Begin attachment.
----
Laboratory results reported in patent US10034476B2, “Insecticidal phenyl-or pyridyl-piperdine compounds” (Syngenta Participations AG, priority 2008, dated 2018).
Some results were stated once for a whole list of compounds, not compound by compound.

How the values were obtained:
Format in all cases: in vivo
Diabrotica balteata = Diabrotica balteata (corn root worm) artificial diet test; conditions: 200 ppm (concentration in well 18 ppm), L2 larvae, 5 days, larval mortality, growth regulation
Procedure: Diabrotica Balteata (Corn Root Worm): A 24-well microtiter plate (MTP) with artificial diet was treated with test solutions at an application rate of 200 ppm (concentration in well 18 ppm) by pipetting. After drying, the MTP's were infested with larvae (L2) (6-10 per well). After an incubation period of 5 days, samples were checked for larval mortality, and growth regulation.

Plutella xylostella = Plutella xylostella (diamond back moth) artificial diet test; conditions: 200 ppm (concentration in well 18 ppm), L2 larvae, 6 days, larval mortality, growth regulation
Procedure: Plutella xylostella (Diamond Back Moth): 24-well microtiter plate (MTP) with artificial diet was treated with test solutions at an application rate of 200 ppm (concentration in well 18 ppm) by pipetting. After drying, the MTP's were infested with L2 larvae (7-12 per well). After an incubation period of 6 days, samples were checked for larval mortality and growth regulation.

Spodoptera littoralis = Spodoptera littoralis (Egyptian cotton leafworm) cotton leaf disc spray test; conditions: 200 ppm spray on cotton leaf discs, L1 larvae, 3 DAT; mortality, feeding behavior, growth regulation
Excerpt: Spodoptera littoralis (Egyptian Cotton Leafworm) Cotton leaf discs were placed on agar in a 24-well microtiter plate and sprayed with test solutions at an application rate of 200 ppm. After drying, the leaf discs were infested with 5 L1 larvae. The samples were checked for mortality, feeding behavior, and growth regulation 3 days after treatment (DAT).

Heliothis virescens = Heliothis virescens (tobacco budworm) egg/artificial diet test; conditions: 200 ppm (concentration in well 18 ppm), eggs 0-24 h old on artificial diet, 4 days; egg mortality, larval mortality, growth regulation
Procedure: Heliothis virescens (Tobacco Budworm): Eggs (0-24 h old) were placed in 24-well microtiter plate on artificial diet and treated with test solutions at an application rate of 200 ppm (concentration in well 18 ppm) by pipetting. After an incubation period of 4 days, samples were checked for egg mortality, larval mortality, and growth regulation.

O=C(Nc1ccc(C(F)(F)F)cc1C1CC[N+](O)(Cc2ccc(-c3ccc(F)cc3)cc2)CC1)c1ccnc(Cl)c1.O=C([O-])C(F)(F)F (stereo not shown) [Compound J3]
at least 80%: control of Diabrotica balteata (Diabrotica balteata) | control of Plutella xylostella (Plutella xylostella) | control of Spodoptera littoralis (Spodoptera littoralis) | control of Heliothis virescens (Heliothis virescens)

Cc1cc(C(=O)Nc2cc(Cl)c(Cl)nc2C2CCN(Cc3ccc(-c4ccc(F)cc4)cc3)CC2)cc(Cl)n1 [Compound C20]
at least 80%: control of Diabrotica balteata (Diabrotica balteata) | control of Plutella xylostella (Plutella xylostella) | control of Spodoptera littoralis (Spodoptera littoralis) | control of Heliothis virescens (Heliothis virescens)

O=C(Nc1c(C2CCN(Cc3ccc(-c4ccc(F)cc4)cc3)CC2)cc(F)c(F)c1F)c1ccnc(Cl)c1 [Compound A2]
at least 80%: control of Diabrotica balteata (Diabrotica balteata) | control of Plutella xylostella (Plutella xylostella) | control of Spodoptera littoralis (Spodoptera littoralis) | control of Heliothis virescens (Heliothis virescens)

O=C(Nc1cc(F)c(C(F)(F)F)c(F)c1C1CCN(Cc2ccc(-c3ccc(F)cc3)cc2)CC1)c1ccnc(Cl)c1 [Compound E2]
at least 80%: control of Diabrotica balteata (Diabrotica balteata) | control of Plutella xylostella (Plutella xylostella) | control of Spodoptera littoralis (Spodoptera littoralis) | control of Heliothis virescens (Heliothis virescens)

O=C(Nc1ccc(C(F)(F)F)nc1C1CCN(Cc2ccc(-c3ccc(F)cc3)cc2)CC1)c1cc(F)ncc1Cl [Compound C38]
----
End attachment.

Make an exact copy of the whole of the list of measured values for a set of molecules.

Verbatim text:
Laboratory results reported in patent US10034476B2, “Insecticidal phenyl-or pyridyl-piperdine compounds” (Syngenta Participations AG, priority 2008, dated 2018).
Some results were stated once for a whole list of compounds, not compound by compound.

How the values were obtained:
Format in all cases: in vivo
Diabrotica balteata = Diabrotica balteata (corn root worm) artificial diet test; conditions: 200 ppm (concentration in well 18 ppm), L2 larvae, 5 days, larval mortality, growth regulation
Procedure: Diabrotica Balteata (Corn Root Worm): A 24-well microtiter plate (MTP) with artificial diet was treated with test solutions at an application rate of 200 ppm (concentration in well 18 ppm) by pipetting. After drying, the MTP's were infested with larvae (L2) (6-10 per well). After an incubation period of 5 days, samples were checked for larval mortality, and growth regulation.

Plutella xylostella = Plutella xylostella (diamond back moth) artificial diet test; conditions: 200 ppm (concentration in well 18 ppm), L2 larvae, 6 days, larval mortality, growth regulation
Procedure: Plutella xylostella (Diamond Back Moth): 24-well microtiter plate (MTP) with artificial diet was treated with test solutions at an application rate of 200 ppm (concentration in well 18 ppm) by pipetting. After drying, the MTP's were infested with L2 larvae (7-12 per well). After an incubation period of 6 days, samples were checked for larval mortality and growth regulation.

Spodoptera littoralis = Spodoptera littoralis (Egyptian cotton leafworm) cotton leaf disc spray test; conditions: 200 ppm spray on cotton leaf discs, L1 larvae, 3 DAT; mortality, feeding behavior, growth regulation
Excerpt: Spodoptera littoralis (Egyptian Cotton Leafworm) Cotton leaf discs were placed on agar in a 24-well microtiter plate and sprayed with test solutions at an application rate of 200 ppm. After drying, the leaf discs were infested with 5 L1 larvae. The samples were checked for mortality, feeding behavior, and growth regulation 3 days after treatment (DAT).

Heliothis virescens = Heliothis virescens (tobacco budworm) egg/artificial diet test; conditions: 200 ppm (concentration in well 18 ppm), eggs 0-24 h old on artificial diet, 4 days; egg mortality, larval mortality, growth regulation
Procedure: Heliothis virescens (Tobacco Budworm): Eggs (0-24 h old) were placed in 24-well microtiter plate on artificial diet and treated with test solutions at an application rate of 200 ppm (concentration in well 18 ppm) by pipetting. After an incubation period of 4 days, samples were checked for egg mortality, larval mortality, and growth regulation.

O=C(Nc1ccc(C(F)(F)F)cc1C1CC[N+](O)(Cc2ccc(-c3ccc(F)cc3)cc2)CC1)c1ccnc(Cl)c1.O=C([O-])C(F)(F)F (stereo not shown) [Compound J3]
at least 80%: control of Diabrotica balteata (Diabrotica balteata) | control of Plutella xylostella (Plutella xylostella) | control of Spodoptera littoralis (Spodoptera littoralis) | control of Heliothis virescens (Heliothis virescens)

Cc1cc(C(=O)Nc2cc(Cl)c(Cl)nc2C2CCN(Cc3ccc(-c4ccc(F)cc4)cc3)CC2)cc(Cl)n1 [Compound C20]
at least 80%: control of Diabrotica balteata (Diabrotica balteata) | control of Plutella xylostella (Plutella xylostella) | control of Spodoptera littoralis (Spodoptera littoralis) | control of Heliothis virescens (Heliothis virescens)

O=C(Nc1c(C2CCN(Cc3ccc(-c4ccc(F)cc4)cc3)CC2)cc(F)c(F)c1F)c1ccnc(Cl)c1 [Compound A2]
at least 80%: control of Diabrotica balteata (Diabrotica balteata) | control of Plutella xylostella (Plutella xylostella) | control of Spodoptera littoralis (Spodoptera littoralis) | control of Heliothis virescens (Heliothis virescens)

O=C(Nc1cc(F)c(C(F)(F)F)c(F)c1C1CCN(Cc2ccc(-c3ccc(F)cc3)cc2)CC1)c1ccnc(Cl)c1 [Compound E2]
at least 80%: control of Diabrotica balteata (Diabrotica balteata) | control of Plutella xylostella (Plutella xylostella) | control of Spodoptera littoralis (Spodoptera littoralis) | control of Heliothis virescens (Heliothis virescens)

O=C(Nc1ccc(C(F)(F)F)nc1C1CCN(Cc2ccc(-c3ccc(F)cc3)cc2)CC1)c1cc(F)ncc1Cl [Compound C38]